Luna Music’s 10-year run on Massachusetts Avenue in downtown Indianapolis has ended, the latest victim in a retail niche hit hard by the digital era.
The independent record store closed on Monday, leaving local owner Todd Robinson with just one remaining Luna location—at 5202 N. College Ave. in the Meridian Kessler neighborhood. Luna calls the location its Midtown/Broad Ripple Store.
Luna first opened in 1994 on West 86th Street. Robinson added a second store, at 431 Massachusetts Ave., in 2001, and a third shop, in Meridian Kessler, in 2006. He closed his original store about three years ago.
Reached by e-mail, Robinson said he was occupied with “family business” and couldn’t immediately discuss the latest store closing.
But Alan Berry, who operates the Naptown Music record store at 4240 N. Franklin Road on the city’s far-east side, said he isn’t surprised by the closing. He’s been a record store owner since 1991 and opened his current shop in 2004.
“We’re in a horse-and-buggy business,” said Berry, who is considering closing his shop at year’s end.
A steady decline in compact disc sales is a strong indicator that record stores, and particularly small, independent shops, may one day become obsolete. Digital downloads are rapidly becoming the favored method of choice for music buyers.
Digital music revenue hit $4.6 billion in 2010, up 6 percent from the year before, the London-based International Federation of the Phonographic Industry said in a January report. At the same time, CD sales fell 20 percent, their fourth straight year in decline. The 326.2 million albums that sold in 2010 marked the lowest total since Nielsen Soundscan began tracking sales in 1991.
Big-box stores, online retailers and even illegal file-sharing pose additional competition for small record shops.
To compensate, they often stress customer service, appeal to niche music audiences, concentrate on specialty products such as vinyl records and host in-store concerts.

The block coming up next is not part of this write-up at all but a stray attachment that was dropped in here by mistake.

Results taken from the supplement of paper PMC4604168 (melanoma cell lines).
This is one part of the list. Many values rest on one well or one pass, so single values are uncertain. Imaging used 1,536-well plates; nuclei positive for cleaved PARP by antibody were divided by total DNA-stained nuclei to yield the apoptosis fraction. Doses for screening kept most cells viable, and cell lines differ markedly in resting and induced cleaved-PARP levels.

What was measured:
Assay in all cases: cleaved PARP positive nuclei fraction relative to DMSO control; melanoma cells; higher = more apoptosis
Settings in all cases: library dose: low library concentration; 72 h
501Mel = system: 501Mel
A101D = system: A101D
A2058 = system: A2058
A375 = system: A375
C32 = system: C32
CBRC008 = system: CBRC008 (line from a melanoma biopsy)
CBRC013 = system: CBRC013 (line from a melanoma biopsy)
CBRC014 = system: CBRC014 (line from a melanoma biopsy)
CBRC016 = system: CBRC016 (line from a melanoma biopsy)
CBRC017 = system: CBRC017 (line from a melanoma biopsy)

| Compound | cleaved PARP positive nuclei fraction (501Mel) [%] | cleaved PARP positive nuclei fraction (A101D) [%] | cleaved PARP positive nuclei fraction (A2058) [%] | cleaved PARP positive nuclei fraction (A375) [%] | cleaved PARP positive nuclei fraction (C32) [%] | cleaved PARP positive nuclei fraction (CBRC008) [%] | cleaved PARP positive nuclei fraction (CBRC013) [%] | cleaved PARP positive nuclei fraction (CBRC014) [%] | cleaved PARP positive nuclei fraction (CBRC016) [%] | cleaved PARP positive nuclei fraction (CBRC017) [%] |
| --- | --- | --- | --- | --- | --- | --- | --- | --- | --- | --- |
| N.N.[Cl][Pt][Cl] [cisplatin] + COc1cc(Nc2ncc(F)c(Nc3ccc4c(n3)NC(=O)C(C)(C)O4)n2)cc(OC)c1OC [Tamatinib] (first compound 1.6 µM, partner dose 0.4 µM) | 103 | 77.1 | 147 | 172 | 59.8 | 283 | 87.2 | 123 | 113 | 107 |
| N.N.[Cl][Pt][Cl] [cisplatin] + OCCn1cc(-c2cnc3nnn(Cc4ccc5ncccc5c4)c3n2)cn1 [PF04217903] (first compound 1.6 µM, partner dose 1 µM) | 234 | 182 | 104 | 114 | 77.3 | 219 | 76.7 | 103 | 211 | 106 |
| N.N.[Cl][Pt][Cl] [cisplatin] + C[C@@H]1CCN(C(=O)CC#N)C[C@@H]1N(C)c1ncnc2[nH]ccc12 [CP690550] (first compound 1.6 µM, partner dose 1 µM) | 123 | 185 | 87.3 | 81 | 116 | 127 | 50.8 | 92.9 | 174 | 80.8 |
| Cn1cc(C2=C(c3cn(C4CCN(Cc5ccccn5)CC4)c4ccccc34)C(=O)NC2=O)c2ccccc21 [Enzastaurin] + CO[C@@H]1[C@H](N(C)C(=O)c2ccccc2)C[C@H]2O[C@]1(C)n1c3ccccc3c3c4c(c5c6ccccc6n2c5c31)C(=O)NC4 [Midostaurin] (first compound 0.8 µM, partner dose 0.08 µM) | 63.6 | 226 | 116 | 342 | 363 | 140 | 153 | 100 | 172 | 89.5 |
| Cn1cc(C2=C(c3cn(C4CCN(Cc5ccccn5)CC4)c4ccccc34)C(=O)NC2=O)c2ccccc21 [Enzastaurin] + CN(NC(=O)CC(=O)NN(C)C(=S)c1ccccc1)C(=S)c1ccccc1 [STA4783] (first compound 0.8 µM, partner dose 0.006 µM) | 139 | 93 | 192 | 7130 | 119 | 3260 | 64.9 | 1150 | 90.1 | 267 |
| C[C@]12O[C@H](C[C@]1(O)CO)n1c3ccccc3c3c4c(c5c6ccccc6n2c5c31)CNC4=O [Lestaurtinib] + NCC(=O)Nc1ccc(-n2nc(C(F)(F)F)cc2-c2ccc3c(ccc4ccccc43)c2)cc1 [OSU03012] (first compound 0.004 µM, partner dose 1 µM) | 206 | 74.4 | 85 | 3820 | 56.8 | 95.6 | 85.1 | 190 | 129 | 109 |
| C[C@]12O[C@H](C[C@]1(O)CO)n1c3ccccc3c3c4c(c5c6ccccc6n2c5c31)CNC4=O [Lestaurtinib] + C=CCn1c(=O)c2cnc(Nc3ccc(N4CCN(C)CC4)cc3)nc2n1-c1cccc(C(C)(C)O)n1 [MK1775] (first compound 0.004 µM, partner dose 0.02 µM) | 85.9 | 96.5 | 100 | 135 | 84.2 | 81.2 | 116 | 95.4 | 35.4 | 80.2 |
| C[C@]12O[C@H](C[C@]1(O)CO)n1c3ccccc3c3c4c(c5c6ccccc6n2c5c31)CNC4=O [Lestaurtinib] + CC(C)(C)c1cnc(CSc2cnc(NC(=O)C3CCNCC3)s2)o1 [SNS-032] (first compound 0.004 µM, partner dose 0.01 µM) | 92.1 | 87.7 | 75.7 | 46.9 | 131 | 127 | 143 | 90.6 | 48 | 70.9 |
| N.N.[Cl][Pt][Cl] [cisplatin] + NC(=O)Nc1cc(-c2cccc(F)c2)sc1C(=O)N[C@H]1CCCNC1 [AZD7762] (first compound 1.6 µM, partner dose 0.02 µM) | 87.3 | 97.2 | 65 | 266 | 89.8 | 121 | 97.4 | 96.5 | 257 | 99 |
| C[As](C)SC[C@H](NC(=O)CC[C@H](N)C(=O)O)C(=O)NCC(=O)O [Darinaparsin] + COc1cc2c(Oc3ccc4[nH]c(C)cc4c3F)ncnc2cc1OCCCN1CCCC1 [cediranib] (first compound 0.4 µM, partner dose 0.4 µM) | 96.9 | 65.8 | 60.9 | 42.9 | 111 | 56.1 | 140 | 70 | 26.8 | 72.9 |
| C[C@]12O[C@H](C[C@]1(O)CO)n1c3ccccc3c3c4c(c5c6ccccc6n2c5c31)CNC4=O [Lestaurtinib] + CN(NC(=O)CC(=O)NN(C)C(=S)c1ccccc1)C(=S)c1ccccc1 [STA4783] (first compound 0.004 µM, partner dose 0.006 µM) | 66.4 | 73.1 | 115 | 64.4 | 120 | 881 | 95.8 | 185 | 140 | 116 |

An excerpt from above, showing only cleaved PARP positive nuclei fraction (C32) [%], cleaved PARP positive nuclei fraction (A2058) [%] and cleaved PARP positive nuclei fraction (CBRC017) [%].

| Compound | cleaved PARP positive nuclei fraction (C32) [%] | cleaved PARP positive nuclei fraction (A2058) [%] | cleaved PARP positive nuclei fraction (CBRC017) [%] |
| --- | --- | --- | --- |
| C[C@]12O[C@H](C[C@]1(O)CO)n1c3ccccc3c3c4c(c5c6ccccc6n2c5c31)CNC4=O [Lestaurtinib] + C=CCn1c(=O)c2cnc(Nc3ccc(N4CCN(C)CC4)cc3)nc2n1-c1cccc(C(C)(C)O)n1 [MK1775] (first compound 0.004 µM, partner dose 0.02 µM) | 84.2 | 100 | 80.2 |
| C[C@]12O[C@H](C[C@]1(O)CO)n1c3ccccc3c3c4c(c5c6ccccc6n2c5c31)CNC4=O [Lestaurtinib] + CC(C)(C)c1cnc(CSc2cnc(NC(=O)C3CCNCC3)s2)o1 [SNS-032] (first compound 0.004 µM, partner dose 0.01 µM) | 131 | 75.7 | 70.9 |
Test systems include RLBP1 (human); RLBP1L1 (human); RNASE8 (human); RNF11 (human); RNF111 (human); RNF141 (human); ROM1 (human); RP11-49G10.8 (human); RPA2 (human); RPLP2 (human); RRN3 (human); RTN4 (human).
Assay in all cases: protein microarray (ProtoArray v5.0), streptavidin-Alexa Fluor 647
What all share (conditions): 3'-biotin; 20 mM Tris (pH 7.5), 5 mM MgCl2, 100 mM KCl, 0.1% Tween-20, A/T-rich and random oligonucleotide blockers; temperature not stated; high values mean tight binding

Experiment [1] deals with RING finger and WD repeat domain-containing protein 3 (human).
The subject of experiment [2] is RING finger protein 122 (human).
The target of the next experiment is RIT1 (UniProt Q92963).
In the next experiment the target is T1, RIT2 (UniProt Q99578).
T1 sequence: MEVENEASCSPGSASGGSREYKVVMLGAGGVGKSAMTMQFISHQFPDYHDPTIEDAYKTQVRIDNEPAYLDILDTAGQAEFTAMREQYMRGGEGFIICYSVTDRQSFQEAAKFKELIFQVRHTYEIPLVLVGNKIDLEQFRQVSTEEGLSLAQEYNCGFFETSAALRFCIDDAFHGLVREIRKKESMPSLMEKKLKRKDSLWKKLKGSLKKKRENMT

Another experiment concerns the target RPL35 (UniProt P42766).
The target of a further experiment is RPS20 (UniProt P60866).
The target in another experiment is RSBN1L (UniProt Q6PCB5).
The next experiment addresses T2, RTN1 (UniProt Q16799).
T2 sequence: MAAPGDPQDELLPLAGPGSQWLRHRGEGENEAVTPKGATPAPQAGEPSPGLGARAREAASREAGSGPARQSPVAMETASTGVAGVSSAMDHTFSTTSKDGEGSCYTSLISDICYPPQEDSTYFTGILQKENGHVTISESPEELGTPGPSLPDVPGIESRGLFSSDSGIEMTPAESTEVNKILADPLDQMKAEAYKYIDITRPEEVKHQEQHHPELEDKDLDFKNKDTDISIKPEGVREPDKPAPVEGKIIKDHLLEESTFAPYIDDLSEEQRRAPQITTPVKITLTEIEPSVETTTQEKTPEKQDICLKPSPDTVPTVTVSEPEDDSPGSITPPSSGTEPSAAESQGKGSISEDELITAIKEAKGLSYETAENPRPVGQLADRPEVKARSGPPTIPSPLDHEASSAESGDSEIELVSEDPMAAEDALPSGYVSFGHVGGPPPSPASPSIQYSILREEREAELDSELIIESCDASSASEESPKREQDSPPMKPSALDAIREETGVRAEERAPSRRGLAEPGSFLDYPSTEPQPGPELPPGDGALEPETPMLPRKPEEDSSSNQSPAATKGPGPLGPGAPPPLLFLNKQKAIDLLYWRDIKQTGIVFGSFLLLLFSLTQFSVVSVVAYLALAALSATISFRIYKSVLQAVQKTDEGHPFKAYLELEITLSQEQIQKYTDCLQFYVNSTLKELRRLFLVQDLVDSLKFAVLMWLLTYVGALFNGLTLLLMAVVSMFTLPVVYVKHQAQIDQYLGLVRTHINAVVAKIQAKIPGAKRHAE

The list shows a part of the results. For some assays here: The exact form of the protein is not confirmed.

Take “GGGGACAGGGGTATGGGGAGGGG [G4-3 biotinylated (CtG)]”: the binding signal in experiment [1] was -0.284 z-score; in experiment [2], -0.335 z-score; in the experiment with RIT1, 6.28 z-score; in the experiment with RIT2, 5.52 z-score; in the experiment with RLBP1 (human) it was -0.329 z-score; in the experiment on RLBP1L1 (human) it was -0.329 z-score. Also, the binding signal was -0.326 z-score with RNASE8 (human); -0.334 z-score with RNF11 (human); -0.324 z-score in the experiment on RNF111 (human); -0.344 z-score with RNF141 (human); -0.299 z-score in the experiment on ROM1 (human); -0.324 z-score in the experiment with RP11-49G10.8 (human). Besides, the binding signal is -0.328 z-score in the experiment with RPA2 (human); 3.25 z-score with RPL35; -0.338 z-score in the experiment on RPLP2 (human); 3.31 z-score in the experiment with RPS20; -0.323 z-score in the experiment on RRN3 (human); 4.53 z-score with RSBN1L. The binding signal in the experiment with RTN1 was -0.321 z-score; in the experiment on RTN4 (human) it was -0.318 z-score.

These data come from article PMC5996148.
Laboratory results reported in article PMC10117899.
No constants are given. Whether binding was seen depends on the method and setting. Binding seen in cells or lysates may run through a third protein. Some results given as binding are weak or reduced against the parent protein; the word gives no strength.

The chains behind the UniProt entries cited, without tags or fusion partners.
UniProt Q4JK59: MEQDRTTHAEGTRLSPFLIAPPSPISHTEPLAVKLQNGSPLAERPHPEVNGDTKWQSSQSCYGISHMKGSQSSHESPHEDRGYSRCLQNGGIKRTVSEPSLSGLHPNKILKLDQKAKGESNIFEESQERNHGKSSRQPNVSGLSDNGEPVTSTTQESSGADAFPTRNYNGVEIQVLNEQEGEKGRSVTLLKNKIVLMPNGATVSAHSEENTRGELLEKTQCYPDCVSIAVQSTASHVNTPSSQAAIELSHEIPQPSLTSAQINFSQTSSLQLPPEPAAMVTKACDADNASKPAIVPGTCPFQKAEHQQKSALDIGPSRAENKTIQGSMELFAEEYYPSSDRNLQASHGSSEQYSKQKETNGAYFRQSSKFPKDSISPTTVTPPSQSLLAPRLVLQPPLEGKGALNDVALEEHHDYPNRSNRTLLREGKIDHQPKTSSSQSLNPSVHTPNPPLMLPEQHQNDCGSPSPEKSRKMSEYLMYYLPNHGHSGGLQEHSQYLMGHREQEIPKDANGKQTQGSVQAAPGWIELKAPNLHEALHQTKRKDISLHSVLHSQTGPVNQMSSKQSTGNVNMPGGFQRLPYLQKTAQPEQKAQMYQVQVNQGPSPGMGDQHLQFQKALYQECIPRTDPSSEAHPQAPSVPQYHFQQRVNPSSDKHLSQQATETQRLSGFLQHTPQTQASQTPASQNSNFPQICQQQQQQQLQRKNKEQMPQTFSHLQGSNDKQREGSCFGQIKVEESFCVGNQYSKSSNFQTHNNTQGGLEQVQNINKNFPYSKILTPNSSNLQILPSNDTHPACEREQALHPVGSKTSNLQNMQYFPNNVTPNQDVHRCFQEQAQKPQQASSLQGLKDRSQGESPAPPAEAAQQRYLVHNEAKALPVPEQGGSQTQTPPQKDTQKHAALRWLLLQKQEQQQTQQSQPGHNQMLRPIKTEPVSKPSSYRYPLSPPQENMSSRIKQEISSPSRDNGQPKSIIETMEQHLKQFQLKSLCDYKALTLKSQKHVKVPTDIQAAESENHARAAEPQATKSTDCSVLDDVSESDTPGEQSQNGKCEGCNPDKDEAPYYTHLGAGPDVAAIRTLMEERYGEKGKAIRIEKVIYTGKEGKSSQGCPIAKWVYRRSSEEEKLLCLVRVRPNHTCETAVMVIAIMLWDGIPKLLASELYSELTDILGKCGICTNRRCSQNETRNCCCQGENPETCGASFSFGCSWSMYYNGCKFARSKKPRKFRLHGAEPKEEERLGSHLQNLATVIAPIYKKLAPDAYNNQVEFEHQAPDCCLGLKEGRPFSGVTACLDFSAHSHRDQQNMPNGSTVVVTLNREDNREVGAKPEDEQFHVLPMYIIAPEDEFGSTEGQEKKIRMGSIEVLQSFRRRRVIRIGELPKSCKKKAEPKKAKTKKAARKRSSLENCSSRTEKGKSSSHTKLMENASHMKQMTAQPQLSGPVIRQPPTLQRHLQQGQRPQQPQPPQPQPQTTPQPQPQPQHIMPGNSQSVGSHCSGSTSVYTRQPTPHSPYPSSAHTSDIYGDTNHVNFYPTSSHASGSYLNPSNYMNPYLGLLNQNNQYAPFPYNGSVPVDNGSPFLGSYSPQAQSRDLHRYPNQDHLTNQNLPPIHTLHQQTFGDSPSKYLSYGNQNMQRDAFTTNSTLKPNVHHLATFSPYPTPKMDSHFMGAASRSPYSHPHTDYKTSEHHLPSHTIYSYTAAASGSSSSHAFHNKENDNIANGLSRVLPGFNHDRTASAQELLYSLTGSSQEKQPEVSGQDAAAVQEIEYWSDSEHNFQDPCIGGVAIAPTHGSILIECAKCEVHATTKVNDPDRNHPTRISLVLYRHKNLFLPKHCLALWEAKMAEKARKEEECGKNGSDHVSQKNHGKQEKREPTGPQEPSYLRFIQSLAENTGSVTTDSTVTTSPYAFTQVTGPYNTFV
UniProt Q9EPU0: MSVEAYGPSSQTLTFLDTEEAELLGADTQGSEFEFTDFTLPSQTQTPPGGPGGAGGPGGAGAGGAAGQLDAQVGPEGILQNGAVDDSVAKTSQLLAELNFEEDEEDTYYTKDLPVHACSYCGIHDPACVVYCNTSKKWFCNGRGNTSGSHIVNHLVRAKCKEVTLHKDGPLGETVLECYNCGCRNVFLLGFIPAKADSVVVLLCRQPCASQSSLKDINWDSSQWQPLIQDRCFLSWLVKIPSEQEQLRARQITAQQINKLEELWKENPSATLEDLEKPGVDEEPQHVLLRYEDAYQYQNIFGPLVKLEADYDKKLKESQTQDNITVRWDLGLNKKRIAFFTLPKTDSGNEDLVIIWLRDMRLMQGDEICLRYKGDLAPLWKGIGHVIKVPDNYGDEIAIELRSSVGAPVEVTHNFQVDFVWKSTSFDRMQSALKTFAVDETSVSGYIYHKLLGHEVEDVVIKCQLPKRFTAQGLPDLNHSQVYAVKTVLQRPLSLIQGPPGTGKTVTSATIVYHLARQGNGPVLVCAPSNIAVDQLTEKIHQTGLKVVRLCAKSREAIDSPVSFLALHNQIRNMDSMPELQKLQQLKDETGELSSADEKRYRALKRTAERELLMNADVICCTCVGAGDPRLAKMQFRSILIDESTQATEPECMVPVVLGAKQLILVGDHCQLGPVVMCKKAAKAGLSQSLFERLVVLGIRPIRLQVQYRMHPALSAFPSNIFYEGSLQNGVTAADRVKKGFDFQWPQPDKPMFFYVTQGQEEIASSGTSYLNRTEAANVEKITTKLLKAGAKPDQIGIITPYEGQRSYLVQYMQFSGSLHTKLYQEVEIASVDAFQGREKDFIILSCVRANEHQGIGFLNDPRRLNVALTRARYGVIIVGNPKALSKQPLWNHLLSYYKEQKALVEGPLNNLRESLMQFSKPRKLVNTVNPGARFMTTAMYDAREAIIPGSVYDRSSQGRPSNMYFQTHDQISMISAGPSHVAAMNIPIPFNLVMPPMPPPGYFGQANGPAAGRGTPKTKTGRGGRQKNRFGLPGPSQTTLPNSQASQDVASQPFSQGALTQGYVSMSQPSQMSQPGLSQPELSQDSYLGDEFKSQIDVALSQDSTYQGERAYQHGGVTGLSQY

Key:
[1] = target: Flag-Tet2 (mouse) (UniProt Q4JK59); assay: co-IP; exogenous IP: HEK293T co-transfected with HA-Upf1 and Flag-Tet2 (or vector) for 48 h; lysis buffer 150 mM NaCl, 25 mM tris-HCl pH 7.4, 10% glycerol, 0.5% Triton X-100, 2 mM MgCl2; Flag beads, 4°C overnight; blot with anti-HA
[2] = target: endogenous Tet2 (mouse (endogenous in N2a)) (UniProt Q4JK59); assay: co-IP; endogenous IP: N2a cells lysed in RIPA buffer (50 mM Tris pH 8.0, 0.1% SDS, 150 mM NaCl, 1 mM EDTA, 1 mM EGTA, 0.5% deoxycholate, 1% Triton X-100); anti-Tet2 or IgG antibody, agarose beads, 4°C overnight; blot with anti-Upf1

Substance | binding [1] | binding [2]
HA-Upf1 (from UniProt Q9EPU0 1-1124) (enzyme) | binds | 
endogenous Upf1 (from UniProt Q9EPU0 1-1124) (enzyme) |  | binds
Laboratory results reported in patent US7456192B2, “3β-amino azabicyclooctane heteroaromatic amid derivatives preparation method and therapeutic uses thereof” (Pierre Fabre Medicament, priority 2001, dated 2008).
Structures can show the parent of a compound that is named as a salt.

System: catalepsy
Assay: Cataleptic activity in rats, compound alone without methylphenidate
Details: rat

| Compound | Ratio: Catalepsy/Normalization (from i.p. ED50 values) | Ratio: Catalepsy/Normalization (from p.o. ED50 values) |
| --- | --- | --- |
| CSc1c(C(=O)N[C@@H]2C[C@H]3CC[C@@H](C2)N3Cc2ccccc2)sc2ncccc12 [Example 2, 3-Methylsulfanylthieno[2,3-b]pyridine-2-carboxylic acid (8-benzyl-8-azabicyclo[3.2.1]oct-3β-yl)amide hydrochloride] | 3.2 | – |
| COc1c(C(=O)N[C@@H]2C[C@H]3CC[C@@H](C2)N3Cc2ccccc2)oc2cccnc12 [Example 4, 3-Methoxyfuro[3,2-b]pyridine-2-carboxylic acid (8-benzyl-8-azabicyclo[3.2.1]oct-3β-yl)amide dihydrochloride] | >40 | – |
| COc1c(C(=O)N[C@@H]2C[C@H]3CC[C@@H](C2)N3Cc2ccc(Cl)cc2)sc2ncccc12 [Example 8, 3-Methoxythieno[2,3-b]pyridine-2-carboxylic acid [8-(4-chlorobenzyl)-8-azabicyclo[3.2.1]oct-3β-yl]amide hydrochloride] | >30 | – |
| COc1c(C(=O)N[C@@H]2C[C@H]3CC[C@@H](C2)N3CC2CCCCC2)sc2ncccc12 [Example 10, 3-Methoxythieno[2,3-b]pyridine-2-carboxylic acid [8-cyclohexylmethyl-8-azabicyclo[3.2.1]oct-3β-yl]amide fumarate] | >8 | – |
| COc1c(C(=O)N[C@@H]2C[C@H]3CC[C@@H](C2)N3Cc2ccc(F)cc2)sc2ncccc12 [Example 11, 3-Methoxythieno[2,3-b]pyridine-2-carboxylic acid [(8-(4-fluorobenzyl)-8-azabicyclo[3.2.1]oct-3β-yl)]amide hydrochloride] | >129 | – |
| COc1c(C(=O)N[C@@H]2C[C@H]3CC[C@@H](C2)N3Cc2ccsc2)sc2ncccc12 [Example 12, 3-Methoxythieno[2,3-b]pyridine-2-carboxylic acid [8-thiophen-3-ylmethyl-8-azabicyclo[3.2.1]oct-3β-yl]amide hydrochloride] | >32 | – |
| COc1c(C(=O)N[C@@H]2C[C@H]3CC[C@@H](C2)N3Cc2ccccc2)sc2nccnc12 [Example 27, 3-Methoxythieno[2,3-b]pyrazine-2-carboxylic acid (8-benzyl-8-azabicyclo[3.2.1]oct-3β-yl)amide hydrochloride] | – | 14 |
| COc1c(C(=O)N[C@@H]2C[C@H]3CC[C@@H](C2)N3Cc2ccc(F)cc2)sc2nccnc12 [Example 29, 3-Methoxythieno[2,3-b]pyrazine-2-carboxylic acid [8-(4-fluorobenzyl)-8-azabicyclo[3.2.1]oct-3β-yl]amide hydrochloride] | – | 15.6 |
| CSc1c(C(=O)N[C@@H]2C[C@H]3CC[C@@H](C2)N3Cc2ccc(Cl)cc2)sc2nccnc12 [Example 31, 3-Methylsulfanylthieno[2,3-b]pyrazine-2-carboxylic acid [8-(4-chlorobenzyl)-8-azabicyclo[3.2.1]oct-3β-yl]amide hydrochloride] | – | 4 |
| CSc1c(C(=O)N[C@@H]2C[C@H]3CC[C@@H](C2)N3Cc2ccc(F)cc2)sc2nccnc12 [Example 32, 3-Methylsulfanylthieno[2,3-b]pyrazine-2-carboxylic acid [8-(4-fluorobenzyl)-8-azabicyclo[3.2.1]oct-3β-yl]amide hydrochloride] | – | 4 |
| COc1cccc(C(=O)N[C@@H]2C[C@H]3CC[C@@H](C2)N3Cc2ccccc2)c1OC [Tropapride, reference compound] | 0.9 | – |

Compact disc sales at Naptown Music account for about half of the store’s revenue, Berry, 41, said.
“You have to make [up the decline] with other goods,” he said. “Water pipes are your friend.”
Berry still thinks a certain amount of the population always will prefer compact discs. But, as the audience shrinks, and profits fall, “you can probably make ends meet, but is it worth it?” he wondered.
Big-box stores aren’t immune from the trend, either. Retailers such as Best Buy in recent years have been devoting less space to compact discs and using the additional floor space for other products.
Meanwhile, the 1,400 square feet Luna Music occupied on the lower level and the ground floor of the Mass Ave. building shouldn’t stay vacant for long.
David Andrichik, who owns the building, said there’s already interest in the space. Still, he lamented the loss of Luna Music.
“They were a great fixture for the independent business avenue that Mass Avenue is,” said Andrichik, who also operates the neighboring Chatterbox Jazz Club and is a co-chair of the Massachusetts Avenue Merchants Association.
He said Luna Music had been there for so long that the store operated on a month-to-month lease arrangement.
Besides Luna and Naptown Music, other locally owned record stores include Indy CD & Vinyl at 806 Broad Ripple Ave., Vibes at 1051 E. 54th St. and World Record Shoppe at 5218 Keystone Court.